I've gotten in just enough "what is Web 3.0?" conversations to appreciate this definition (via Web 2.0 Journal):
Defining Web 3.0
The defining aspects of the Web 3.0 social experience may therefore be as follows:
· One, that you won’t need to “go” anywhere, except maybe to set up some initial parameters. Where your computer is, is where you are. Information comes to you based on tags and search criteria; you don’t have to go out there.
· Two, that there are no pages. Information comes in packets of discrete units. You merge or cross them, as you need to.
· Three, that there are no Web sites. Existing Web sites are no longer meant for human eyes. They act as indexes to the information, which is accessible via XML request. Exceptions to this will not be Web sites, but independent little islands of commerce or games.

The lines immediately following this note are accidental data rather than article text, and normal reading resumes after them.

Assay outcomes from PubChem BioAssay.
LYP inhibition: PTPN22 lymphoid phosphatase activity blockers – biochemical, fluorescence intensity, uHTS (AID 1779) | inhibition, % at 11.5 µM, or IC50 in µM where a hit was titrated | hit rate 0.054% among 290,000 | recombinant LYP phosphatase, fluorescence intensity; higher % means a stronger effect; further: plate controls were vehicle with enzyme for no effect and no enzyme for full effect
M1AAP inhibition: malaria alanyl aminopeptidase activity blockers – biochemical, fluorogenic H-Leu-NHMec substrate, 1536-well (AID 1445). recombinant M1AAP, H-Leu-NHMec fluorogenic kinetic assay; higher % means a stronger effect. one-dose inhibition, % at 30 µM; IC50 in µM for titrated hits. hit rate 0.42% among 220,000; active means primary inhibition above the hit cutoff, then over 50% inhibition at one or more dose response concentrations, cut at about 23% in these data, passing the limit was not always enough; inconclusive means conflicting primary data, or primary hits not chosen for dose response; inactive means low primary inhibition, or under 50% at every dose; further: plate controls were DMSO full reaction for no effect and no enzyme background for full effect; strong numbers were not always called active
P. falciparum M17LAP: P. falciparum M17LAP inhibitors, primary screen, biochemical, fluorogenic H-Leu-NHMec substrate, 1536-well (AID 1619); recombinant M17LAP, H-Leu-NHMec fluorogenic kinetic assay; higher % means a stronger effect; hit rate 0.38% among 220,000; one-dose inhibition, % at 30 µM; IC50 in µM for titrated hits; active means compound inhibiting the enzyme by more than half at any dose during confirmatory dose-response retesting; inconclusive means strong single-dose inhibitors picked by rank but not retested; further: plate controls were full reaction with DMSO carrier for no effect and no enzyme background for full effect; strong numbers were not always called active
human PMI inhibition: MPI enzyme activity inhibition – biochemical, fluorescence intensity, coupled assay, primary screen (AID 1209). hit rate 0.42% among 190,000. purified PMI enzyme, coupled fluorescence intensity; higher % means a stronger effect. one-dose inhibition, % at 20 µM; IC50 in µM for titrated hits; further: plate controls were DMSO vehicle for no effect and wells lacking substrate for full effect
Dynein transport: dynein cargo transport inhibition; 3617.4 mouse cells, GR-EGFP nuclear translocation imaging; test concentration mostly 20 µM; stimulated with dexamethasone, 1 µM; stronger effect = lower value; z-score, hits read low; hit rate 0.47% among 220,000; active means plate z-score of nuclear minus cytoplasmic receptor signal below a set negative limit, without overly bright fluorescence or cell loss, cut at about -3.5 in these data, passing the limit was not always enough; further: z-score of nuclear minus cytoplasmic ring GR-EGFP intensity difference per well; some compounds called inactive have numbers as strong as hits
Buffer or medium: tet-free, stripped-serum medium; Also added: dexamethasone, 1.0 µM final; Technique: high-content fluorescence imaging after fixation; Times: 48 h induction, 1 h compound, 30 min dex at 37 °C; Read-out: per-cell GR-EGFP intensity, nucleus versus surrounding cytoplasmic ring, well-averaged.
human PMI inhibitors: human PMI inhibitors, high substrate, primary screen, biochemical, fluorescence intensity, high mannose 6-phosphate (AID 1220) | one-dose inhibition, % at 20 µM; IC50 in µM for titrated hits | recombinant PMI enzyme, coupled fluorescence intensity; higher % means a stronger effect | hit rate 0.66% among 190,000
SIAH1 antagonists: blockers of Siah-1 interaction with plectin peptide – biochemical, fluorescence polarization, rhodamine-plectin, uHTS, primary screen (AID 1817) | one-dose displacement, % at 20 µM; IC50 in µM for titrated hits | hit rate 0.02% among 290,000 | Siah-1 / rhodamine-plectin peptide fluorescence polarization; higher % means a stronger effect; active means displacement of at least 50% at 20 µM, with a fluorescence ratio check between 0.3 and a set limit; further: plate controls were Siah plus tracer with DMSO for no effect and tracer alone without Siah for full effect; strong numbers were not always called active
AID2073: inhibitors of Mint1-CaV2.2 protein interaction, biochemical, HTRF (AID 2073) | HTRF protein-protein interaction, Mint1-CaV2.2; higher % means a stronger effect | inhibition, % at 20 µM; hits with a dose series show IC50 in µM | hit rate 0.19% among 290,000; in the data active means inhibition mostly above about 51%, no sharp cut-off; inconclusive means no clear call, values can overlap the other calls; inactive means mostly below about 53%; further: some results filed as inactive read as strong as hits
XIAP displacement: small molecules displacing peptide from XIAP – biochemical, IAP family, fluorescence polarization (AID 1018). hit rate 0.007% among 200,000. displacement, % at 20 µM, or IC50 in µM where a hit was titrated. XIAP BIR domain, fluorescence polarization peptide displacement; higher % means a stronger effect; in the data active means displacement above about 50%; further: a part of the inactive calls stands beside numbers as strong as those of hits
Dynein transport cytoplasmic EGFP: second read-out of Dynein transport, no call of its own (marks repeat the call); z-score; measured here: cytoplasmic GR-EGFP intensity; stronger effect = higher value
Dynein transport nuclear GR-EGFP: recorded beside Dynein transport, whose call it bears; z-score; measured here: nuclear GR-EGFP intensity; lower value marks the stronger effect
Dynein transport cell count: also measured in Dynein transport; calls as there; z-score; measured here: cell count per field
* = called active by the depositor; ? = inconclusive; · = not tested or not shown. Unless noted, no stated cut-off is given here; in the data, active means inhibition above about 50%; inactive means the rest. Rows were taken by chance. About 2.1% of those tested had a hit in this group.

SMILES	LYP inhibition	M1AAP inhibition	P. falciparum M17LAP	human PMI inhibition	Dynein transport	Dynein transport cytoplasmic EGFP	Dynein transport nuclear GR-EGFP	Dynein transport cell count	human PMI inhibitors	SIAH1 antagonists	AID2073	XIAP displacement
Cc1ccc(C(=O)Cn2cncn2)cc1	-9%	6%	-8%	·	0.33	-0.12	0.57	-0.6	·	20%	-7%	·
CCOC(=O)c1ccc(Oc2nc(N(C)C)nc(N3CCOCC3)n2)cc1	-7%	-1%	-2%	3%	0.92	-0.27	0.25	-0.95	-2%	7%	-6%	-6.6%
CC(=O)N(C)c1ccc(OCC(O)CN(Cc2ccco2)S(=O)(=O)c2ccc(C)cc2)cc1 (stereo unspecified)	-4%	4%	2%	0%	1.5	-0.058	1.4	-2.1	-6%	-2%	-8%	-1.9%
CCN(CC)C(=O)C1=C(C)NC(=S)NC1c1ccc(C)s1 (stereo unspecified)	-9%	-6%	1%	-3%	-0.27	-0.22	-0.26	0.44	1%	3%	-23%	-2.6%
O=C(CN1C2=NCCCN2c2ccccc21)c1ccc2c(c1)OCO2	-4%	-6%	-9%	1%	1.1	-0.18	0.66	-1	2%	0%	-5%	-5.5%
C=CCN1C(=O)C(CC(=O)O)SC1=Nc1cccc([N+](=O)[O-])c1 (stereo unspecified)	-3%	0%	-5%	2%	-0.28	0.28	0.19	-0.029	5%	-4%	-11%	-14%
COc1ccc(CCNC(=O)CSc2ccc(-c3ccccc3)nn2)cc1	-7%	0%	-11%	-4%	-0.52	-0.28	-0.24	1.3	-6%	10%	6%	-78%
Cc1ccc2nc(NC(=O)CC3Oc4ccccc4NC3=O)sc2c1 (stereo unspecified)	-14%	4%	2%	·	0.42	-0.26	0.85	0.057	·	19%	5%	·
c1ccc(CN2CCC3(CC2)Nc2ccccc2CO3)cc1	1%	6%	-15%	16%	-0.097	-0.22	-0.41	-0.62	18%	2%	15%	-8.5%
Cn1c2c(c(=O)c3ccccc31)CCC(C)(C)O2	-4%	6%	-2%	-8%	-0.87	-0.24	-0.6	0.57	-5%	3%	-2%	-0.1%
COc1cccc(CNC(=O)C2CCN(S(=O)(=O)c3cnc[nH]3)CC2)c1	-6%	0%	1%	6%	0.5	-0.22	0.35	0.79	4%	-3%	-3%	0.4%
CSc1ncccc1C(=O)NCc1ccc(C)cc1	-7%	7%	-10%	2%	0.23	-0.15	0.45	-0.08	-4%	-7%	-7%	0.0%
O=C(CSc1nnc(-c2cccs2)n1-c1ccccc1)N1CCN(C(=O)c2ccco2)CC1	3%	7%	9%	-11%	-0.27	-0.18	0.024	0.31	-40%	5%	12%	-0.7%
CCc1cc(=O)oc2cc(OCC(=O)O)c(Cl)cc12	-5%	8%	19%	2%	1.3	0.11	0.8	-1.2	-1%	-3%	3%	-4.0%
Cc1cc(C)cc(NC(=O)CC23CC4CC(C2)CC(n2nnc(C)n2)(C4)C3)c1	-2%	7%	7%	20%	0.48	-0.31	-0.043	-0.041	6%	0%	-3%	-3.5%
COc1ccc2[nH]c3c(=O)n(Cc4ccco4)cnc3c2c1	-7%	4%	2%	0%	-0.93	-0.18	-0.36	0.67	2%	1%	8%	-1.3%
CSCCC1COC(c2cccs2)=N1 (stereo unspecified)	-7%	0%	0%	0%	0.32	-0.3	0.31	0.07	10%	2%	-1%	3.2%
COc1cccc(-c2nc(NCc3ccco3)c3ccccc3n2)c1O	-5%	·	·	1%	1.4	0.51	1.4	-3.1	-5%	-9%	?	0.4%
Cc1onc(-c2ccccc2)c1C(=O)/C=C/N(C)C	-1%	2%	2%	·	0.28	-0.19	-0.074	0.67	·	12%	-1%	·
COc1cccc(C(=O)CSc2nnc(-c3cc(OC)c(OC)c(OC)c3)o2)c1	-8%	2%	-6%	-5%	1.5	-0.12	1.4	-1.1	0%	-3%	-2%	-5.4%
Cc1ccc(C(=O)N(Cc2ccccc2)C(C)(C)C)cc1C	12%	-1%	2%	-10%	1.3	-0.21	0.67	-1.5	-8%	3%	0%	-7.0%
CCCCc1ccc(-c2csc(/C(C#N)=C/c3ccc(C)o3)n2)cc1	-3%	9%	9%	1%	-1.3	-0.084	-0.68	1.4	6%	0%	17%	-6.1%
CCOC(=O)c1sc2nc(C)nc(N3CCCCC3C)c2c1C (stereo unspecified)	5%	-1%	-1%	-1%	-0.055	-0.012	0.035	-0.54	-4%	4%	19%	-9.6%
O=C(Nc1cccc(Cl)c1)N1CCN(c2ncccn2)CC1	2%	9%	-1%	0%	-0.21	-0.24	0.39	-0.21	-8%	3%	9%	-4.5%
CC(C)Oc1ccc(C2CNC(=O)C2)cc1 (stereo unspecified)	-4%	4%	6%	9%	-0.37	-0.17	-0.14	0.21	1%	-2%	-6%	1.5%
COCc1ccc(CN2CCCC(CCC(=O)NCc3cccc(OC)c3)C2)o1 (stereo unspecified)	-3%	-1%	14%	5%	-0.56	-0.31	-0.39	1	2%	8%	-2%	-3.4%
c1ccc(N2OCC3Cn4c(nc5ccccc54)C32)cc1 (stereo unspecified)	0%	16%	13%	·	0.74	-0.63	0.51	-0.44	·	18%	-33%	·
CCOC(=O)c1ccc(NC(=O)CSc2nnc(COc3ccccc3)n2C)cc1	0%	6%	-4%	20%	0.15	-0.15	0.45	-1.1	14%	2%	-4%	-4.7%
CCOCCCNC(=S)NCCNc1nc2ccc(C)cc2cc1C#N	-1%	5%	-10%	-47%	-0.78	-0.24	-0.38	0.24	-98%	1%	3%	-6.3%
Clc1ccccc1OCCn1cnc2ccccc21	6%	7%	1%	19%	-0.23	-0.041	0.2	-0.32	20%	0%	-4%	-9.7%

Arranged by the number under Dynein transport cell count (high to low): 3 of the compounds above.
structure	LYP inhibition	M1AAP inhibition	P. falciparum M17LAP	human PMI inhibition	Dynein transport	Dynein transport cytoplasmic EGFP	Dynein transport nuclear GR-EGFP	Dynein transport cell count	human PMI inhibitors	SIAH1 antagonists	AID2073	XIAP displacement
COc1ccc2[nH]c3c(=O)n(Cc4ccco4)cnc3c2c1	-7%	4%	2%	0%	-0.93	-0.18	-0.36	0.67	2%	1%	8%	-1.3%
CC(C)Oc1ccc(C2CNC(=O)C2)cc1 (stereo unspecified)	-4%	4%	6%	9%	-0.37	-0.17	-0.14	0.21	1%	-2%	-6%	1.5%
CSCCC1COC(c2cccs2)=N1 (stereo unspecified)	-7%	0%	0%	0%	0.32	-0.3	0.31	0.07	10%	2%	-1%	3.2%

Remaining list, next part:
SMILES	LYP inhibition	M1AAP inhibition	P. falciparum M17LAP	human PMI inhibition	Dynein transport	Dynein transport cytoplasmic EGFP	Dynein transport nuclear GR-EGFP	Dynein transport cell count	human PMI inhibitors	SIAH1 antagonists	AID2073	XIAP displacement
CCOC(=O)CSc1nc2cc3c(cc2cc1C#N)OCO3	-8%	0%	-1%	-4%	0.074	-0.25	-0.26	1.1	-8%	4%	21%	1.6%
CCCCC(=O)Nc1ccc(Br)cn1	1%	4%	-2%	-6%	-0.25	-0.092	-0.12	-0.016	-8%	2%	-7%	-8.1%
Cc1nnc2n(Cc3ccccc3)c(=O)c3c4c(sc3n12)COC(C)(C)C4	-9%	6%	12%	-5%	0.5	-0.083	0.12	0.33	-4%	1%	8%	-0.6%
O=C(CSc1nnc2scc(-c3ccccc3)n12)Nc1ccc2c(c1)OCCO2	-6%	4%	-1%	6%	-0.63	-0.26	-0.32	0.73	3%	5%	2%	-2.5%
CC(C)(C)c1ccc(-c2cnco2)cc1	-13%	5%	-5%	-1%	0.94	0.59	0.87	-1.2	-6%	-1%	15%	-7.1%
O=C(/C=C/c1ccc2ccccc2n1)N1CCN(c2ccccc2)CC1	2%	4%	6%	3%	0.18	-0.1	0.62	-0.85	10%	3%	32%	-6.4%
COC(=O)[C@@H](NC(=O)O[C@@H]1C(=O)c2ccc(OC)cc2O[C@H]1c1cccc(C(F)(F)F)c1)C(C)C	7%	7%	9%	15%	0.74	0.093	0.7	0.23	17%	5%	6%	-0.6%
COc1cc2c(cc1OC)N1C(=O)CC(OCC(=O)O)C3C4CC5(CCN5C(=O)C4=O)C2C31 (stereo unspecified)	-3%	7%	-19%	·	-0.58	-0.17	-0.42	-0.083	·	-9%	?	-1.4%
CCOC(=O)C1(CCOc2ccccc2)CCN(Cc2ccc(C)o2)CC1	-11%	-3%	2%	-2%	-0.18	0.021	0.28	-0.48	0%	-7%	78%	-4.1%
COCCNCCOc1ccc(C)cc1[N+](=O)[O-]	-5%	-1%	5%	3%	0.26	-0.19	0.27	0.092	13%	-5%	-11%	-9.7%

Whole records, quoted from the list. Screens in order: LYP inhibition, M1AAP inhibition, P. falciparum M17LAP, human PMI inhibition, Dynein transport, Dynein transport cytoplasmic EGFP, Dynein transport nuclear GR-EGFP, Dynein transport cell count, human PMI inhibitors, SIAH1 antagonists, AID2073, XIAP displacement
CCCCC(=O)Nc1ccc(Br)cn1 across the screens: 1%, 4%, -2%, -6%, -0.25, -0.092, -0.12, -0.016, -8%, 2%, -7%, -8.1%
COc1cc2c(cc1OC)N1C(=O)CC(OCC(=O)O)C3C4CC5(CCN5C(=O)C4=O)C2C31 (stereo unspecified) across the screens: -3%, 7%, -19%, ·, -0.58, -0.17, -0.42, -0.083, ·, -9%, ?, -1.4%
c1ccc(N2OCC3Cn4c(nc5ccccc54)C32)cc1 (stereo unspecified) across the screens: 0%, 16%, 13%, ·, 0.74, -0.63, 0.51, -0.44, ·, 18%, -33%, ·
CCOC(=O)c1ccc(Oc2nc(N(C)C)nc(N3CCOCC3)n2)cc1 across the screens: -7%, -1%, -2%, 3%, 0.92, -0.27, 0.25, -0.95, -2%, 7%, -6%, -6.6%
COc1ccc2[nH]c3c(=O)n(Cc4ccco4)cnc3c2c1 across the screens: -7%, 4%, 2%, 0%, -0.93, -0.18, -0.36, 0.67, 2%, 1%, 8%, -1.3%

· Four, that creating information is like writing an email or writing a document. Accessible to anyone with a computer.
· Finally, that being on the Web means not being on the Web at all. It is like being “on the telephone”, i.e. you have a telephone in your house.
I believe that some of these can be and should be part of current Web 2.0 design but the line between Web 1.0 and Web 2.0 was blurry (e.g., eBay) so why should it surprise us that the transition to 3.0 won't be as grey?